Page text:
Video Conferencing and Your Bank

By Deb Stewart

Your customers use videoconferencing to see their doctor, to take a class, to have a business meeting, to talk to their family and friends…the list goes on and on.

So when will it be as common to videoconference with one of your bankers? Some banks are already there—and survey data indicate that many more are about to follow.

From in December 2016 through January 2017, video conferencing technology provider Vidyo, along with Efma (an international banking association) and CUNA Strategic Services (a credit union trade group) collected data from 282 financial institutions across 63 countries. Here is some of what they found:

  • 20% of respondents have deployed at least one form of video banking, compared to 10% in their 2016 study.
  • More than 40% are piloting a video service, compared to 30% in 2016.
  • And more than 80% are planning to offer video banking in the future.

“Although this was an international study, results on deployment strategy from banks in North America were entirely consistent with the rest of the world,” said Brian Gilman, VP of Marketing for Vidyo. “What’s notable about this is that financial institutions of all sizes are evaluating video banking as a part of their channel strategy. So whether banks have five branches or 5000, video banking is becoming a valuable tool to connect with customers.”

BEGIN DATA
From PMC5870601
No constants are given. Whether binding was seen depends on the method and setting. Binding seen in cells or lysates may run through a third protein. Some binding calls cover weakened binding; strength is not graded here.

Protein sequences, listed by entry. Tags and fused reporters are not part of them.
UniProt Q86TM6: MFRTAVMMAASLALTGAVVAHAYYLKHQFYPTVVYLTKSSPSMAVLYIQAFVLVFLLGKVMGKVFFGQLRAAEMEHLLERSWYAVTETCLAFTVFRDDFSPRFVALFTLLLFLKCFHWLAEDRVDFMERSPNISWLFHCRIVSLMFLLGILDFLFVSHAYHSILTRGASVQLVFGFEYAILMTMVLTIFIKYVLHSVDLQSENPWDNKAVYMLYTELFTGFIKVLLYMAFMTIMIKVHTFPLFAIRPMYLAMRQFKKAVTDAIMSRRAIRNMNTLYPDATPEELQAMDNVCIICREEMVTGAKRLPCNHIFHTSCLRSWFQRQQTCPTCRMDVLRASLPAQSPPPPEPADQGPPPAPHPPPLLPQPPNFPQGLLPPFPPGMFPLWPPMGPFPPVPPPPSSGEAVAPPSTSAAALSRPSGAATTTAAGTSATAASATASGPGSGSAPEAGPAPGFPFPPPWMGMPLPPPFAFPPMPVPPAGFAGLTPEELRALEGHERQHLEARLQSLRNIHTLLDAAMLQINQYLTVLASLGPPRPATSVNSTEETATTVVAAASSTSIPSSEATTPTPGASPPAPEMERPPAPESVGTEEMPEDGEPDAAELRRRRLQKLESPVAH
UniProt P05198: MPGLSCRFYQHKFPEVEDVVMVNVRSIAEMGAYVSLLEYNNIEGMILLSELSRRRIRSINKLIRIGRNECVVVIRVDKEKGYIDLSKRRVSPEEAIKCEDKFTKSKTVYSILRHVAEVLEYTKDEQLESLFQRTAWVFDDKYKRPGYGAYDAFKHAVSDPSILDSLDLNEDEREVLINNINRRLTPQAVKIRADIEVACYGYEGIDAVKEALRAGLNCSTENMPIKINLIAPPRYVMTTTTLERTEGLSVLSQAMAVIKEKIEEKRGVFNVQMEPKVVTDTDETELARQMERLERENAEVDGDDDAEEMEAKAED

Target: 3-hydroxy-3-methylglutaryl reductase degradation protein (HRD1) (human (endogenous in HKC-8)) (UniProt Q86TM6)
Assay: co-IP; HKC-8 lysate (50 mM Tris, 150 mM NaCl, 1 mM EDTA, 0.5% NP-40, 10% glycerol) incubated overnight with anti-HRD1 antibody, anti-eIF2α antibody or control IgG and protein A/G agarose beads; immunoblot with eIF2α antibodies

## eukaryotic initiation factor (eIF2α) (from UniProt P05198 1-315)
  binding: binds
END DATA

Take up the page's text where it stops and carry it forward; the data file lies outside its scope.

Gilman pointed out Springfield, Missouri-based BluCurrent Credit Union as a great example. BluCurrent operates only three physical branches. It has implemented a video solution in each of those branches to connect its members with banking agents in a simple, secure manner. New account openings, loan originations, problem resolution, and other services are done through these agents. This maintains “an efficient, personal connection that they have found meets their customer needs.” he added.